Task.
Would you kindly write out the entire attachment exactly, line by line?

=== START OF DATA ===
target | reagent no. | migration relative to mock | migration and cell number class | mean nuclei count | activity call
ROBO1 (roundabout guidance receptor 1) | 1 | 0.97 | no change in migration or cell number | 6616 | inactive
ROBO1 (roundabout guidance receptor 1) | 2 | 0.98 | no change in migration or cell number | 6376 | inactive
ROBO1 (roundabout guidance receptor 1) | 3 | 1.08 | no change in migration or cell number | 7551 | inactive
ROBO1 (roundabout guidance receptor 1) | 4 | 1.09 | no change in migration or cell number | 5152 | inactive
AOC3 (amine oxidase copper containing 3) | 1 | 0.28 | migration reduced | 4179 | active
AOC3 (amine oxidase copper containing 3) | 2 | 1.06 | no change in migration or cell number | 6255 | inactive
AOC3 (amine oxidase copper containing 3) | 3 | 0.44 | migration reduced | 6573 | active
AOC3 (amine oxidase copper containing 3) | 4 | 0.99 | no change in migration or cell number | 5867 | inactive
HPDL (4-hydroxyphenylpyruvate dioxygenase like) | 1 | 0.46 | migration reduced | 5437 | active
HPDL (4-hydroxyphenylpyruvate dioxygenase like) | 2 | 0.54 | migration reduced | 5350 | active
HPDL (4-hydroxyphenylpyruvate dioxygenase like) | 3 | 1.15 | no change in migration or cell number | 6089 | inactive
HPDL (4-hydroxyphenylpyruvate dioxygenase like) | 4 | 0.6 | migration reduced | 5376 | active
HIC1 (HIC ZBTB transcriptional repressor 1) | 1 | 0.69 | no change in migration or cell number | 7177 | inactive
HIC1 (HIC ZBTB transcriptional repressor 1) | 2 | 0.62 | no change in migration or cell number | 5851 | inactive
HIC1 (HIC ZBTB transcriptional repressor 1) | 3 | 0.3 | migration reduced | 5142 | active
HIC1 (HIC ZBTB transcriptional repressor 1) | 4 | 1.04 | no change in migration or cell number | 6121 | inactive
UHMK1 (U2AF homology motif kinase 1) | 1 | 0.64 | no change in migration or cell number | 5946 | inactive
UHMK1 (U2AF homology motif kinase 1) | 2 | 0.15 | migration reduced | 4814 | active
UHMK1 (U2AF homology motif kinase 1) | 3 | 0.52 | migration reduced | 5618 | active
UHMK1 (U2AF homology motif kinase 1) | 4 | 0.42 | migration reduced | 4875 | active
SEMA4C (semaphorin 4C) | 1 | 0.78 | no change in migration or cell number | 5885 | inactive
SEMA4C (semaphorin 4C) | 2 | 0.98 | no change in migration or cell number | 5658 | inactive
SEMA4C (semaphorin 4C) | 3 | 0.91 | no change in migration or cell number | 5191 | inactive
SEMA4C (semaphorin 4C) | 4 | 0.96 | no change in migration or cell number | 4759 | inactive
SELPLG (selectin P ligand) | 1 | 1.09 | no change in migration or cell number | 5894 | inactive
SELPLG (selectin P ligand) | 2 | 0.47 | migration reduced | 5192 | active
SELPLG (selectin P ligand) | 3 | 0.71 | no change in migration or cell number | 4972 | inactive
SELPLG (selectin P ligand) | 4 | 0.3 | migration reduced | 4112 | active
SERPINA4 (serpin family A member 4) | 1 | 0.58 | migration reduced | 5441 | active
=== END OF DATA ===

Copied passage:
target | reagent no. | migration relative to mock | migration and cell number class | mean nuclei count | activity call
ROBO1 (roundabout guidance receptor 1) | 1 | 0.97 | no change in migration or cell number | 6616 | inactive
ROBO1 (roundabout guidance receptor 1) | 2 | 0.98 | no change in migration or cell number | 6376 | inactive
ROBO1 (roundabout guidance receptor 1) | 3 | 1.08 | no change in migration or cell number | 7551 | inactive
ROBO1 (roundabout guidance receptor 1) | 4 | 1.09 | no change in migration or cell number | 5152 | inactive
AOC3 (amine oxidase copper containing 3) | 1 | 0.28 | migration reduced | 4179 | active
AOC3 (amine oxidase copper containing 3) | 2 | 1.06 | no change in migration or cell number | 6255 | inactive
AOC3 (amine oxidase copper containing 3) | 3 | 0.44 | migration reduced | 6573 | active
AOC3 (amine oxidase copper containing 3) | 4 | 0.99 | no change in migration or cell number | 5867 | inactive
HPDL (4-hydroxyphenylpyruvate dioxygenase like) | 1 | 0.46 | migration reduced | 5437 | active
HPDL (4-hydroxyphenylpyruvate dioxygenase like) | 2 | 0.54 | migration reduced | 5350 | active
HPDL (4-hydroxyphenylpyruvate dioxygenase like) | 3 | 1.15 | no change in migration or cell number | 6089 | inactive
HPDL (4-hydroxyphenylpyruvate dioxygenase like) | 4 | 0.6 | migration reduced | 5376 | active
HIC1 (HIC ZBTB transcriptional repressor 1) | 1 | 0.69 | no change in migration or cell number | 7177 | inactive
HIC1 (HIC ZBTB transcriptional repressor 1) | 2 | 0.62 | no change in migration or cell number | 5851 | inactive
HIC1 (HIC ZBTB transcriptional repressor 1) | 3 | 0.3 | migration reduced | 5142 | active
HIC1 (HIC ZBTB transcriptional repressor 1) | 4 | 1.04 | no change in migration or cell number | 6121 | inactive
UHMK1 (U2AF homology motif kinase 1) | 1 | 0.64 | no change in migration or cell number | 5946 | inactive
UHMK1 (U2AF homology motif kinase 1) | 2 | 0.15 | migration reduced | 4814 | active
UHMK1 (U2AF homology motif kinase 1) | 3 | 0.52 | migration reduced | 5618 | active
UHMK1 (U2AF homology motif kinase 1) | 4 | 0.42 | migration reduced | 4875 | active
SEMA4C (semaphorin 4C) | 1 | 0.78 | no change in migration or cell number | 5885 | inactive
SEMA4C (semaphorin 4C) | 2 | 0.98 | no change in migration or cell number | 5658 | inactive
SEMA4C (semaphorin 4C) | 3 | 0.91 | no change in migration or cell number | 5191 | inactive
SEMA4C (semaphorin 4C) | 4 | 0.96 | no change in migration or cell number | 4759 | inactive
SELPLG (selectin P ligand) | 1 | 1.09 | no change in migration or cell number | 5894 | inactive
SELPLG (selectin P ligand) | 2 | 0.47 | migration reduced | 5192 | active
SELPLG (selectin P ligand) | 3 | 0.71 | no change in migration or cell number | 4972 | inactive
SELPLG (selectin P ligand) | 4 | 0.3 | migration reduced | 4112 | active
SERPINA4 (serpin family A member 4) | 1 | 0.58 | migration reduced | 5441 | active